- Use an off-day for a six-hour session. Taking six hours out of your off-day to study might seem excessive, but it's the kind of sacrifice you need to develop expert status. An hour and a half per day, six days per week, plus one six-hour session, means 15 hours per week. That's a good number, and it's less than a typical part-time job.
- Find a week or 10 days for intense learning. If you have vacation time at work, you might want to consider a stay-cation. Use the time and dedicate eight to 10 hours per day to your studies. If you can do 10 hours a day for seven days, that's 70 hours. If you get in your 15 hours a week and do this you get over 800 hours for a year, which will help you accelerate your path to expert status.
It's not easy, but it's not supposed to be.
75% social, 25% SEO
When promoting your teaching blog, there are a few strategies you can pursue. You can go for high Google rankings by focusing on SEO, or you can focus on promoting your material through social media. Of course, both have value. The key is finding a balance. The great thing about teaching blogs is that with just a little up-front effort you can put most of your efforts into social and put much of SEO on auto-pilot.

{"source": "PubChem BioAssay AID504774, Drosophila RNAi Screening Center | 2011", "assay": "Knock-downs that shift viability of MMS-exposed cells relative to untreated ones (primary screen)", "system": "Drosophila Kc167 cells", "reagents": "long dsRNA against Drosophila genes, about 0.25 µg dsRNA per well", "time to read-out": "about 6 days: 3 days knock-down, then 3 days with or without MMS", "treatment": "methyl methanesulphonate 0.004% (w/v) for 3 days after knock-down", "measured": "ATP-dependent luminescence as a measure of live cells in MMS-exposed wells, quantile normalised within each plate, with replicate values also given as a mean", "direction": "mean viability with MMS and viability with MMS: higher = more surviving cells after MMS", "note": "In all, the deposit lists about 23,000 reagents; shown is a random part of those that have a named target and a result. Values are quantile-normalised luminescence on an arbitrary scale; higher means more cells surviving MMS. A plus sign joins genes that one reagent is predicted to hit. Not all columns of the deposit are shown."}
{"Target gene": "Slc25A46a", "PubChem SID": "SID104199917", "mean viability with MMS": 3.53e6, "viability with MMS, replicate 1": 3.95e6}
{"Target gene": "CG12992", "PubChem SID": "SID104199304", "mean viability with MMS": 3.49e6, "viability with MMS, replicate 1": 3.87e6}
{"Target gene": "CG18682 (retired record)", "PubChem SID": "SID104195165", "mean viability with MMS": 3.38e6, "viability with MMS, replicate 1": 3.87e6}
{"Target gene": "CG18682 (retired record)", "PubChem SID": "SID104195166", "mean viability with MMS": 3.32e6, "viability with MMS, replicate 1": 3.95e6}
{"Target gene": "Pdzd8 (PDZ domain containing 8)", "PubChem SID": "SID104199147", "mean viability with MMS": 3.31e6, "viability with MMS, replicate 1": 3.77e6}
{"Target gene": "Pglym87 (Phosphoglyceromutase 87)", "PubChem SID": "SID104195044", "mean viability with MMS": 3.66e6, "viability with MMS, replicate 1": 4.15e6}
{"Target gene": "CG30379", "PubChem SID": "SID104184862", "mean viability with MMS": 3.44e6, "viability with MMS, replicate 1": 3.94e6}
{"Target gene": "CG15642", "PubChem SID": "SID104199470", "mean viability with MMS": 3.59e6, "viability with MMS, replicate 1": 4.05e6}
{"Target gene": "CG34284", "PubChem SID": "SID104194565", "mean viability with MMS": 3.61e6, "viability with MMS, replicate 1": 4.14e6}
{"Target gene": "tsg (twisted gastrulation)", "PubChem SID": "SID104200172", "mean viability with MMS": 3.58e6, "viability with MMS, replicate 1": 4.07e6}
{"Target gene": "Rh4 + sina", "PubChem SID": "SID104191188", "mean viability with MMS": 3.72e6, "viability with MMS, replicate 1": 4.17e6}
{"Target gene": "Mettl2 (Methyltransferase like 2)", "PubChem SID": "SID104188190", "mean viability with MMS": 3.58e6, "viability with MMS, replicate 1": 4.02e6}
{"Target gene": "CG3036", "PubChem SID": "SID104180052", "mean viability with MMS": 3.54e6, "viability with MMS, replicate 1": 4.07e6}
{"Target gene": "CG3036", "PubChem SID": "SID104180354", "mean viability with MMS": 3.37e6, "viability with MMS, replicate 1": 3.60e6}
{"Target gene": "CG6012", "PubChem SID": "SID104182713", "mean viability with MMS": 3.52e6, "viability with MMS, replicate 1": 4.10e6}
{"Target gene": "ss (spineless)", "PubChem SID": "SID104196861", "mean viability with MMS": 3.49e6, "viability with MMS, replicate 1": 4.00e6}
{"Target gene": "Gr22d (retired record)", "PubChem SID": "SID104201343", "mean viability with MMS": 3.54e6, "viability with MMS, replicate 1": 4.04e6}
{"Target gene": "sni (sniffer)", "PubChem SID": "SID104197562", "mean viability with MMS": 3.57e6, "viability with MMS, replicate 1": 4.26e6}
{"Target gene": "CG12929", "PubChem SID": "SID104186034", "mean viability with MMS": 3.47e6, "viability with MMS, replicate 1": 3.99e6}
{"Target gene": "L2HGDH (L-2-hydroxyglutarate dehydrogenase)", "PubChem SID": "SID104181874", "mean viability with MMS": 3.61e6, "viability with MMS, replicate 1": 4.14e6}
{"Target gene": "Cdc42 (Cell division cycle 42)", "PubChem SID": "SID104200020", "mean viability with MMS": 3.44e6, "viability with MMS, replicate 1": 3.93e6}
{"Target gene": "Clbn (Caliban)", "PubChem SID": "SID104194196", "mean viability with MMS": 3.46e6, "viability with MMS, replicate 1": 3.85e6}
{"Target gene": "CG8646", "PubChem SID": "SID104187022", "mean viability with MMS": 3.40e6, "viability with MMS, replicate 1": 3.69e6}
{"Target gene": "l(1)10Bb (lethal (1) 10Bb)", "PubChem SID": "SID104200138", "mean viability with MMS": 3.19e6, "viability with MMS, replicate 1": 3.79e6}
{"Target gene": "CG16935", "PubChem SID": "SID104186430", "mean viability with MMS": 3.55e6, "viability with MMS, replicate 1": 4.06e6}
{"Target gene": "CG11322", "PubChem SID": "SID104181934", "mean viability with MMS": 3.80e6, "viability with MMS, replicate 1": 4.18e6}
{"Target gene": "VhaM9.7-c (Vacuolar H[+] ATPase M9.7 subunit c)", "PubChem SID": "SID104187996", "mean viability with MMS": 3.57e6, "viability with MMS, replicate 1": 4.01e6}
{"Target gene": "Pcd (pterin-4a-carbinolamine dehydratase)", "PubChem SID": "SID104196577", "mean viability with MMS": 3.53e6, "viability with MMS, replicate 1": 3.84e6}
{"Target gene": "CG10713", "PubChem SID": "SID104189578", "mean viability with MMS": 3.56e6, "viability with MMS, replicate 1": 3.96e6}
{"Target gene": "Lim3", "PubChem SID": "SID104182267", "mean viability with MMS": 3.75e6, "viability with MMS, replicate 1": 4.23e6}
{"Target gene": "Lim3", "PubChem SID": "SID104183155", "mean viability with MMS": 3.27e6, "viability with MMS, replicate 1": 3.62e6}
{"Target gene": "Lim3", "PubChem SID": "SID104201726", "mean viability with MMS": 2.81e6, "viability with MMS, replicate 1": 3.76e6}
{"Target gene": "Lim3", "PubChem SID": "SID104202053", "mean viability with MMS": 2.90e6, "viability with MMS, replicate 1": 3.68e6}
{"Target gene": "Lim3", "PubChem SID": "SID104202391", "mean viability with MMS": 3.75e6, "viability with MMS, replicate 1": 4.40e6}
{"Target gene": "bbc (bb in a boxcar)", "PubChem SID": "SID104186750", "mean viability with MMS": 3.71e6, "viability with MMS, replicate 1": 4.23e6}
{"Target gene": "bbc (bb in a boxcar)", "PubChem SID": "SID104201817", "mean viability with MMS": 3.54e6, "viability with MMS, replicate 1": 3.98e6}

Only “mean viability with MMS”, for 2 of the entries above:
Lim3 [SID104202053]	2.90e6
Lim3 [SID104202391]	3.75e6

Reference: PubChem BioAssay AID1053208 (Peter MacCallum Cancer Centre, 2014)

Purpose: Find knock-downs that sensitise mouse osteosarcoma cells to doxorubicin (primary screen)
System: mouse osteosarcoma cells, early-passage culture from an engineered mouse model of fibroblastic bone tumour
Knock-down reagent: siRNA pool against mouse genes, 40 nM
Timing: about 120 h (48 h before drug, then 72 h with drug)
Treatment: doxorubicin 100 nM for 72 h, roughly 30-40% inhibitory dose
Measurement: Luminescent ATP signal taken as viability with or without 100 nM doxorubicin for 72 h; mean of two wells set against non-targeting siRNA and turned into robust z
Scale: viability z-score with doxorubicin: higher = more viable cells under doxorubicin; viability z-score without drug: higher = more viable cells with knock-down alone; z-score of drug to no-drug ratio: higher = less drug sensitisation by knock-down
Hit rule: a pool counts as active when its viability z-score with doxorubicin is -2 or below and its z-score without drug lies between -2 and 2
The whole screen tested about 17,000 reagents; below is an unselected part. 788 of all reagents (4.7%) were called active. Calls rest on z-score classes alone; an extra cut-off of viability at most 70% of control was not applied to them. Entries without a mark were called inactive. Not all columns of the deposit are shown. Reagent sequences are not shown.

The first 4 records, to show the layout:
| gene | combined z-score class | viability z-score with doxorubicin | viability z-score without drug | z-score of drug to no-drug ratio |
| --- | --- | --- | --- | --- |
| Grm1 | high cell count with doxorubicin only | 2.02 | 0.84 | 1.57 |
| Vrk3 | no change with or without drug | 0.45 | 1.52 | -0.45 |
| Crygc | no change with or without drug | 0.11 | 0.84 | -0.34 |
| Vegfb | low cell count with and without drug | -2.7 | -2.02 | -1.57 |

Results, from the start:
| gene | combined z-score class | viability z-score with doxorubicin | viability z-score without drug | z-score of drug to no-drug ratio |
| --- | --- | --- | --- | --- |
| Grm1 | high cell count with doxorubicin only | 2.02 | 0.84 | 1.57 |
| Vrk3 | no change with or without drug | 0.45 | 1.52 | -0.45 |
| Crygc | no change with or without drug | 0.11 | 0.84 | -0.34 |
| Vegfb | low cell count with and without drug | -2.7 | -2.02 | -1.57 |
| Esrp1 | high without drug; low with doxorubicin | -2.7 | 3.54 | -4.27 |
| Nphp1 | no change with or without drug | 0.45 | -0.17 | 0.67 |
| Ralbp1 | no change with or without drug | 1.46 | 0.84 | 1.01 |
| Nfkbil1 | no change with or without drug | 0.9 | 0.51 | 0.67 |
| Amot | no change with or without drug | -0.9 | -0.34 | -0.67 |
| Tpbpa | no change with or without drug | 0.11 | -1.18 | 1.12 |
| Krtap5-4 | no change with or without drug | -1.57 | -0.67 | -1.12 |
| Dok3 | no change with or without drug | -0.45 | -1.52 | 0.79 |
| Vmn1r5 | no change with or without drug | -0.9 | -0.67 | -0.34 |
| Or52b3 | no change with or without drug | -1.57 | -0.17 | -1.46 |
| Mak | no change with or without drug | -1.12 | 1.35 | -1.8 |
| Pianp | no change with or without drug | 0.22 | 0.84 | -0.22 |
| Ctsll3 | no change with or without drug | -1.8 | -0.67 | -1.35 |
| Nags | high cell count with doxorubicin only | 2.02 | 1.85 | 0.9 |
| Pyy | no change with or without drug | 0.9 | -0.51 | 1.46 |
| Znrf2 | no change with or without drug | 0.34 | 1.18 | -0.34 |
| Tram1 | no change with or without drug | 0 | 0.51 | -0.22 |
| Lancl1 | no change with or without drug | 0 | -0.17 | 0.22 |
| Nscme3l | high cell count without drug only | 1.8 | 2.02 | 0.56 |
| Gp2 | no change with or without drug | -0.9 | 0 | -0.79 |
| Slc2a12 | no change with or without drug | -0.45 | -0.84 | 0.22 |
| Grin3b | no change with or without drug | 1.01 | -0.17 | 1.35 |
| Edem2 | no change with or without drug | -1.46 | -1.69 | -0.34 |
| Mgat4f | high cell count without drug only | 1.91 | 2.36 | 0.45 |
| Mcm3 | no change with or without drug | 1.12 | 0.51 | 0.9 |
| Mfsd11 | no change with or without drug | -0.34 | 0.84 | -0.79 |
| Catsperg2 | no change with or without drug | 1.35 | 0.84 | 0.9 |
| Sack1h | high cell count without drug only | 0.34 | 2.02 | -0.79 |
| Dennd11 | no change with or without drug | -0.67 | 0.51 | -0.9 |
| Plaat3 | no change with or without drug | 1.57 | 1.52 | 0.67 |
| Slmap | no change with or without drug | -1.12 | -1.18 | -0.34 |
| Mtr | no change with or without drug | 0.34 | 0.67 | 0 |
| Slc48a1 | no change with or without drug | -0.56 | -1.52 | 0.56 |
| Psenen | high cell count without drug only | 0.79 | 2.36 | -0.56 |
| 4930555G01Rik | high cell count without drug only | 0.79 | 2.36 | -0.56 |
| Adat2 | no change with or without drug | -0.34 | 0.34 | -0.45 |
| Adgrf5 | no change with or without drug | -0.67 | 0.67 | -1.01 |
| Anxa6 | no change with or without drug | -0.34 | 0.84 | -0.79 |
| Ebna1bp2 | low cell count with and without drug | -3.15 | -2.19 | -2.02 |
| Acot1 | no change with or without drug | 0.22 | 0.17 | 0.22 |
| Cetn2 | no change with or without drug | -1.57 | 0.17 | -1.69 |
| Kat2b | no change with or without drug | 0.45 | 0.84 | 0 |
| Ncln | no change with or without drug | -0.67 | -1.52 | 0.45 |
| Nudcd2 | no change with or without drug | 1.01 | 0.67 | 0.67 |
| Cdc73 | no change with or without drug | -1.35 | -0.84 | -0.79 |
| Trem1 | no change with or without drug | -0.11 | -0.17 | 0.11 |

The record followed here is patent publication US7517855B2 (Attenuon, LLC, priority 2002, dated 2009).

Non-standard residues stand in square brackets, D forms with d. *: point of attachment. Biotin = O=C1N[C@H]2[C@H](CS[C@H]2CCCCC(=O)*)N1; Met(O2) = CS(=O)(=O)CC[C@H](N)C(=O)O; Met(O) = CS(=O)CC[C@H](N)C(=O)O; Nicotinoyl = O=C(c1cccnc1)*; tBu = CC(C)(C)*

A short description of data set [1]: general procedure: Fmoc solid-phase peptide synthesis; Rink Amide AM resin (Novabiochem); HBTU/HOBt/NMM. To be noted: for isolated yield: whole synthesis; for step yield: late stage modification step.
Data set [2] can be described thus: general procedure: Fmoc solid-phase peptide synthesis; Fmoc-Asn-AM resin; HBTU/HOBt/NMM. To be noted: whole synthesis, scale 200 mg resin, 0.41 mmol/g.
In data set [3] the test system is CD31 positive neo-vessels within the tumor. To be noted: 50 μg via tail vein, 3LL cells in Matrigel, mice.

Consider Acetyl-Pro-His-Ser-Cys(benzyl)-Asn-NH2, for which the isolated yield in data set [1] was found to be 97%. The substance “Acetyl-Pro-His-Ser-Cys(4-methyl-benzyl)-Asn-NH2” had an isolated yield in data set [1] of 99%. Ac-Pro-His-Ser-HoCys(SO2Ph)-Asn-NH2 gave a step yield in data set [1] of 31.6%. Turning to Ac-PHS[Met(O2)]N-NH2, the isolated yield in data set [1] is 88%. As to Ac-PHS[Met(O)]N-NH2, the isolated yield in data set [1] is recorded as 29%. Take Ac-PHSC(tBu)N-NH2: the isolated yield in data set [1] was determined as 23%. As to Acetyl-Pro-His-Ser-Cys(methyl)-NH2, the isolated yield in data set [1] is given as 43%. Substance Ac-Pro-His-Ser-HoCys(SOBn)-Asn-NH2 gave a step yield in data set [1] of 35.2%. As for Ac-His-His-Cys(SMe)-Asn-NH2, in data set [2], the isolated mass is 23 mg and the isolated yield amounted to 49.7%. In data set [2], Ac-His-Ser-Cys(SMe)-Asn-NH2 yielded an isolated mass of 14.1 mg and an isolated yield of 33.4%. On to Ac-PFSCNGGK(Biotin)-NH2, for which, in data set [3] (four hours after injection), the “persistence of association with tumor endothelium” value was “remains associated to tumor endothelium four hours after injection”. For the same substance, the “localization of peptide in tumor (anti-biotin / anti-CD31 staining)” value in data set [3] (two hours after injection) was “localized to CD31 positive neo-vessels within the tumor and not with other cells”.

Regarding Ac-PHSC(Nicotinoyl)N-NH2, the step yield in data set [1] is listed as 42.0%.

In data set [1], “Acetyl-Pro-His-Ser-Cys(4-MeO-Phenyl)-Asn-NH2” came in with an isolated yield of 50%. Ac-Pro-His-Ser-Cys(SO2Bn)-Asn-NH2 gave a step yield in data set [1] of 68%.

Here's the thing I love about teaching blogs: The SEO almost takes care of itself. If you take the time to craft attractive, informative headlines, Google will find your material in search. The only things you really have to do are:
1. Ensure that your articles have an acceptable level of keyword density.
2. Build a strong backlink portfolio by guest posting on other blogs.
The rest of your focus should go on social. That means not just tweeting your link and posting them on Facebook. It means:
- Interacting with users on Facebook and Twitter.
- Answering questions in comments section.
- Sharing articles in your niche from other sites.
- Developing relationships with others in your niche and with regular readers.
- Providing short, original soundbytes on Twitter and Facebook.
It means, in other words, going all-in with social. The account has to be authentic, or else it won't be effective. People won't follow you if you only tweet links to your posts and occasionally tweet something original. You have to interact, you have to share. Same goes for Facebook. People won't Like your page if you just use Graffiti RSS. Share pictures and other items related to your niche. Show them that you want to be a part of their world. Then your social strategy can take off.
If you take a stroll around the internet and look at all the blogs out there, you'll be able to quickly tell which ones are worth your time. Those are the ones that teach you something. Whether it's home improvement projects, musical instruments, literary theory, or even blogging itself, there is much more value in a teaching blog than any other kind. It's not easy work, not by any means. But if you have a chance to quit your job and become a full-time blogger, it will be by teaching people something you know.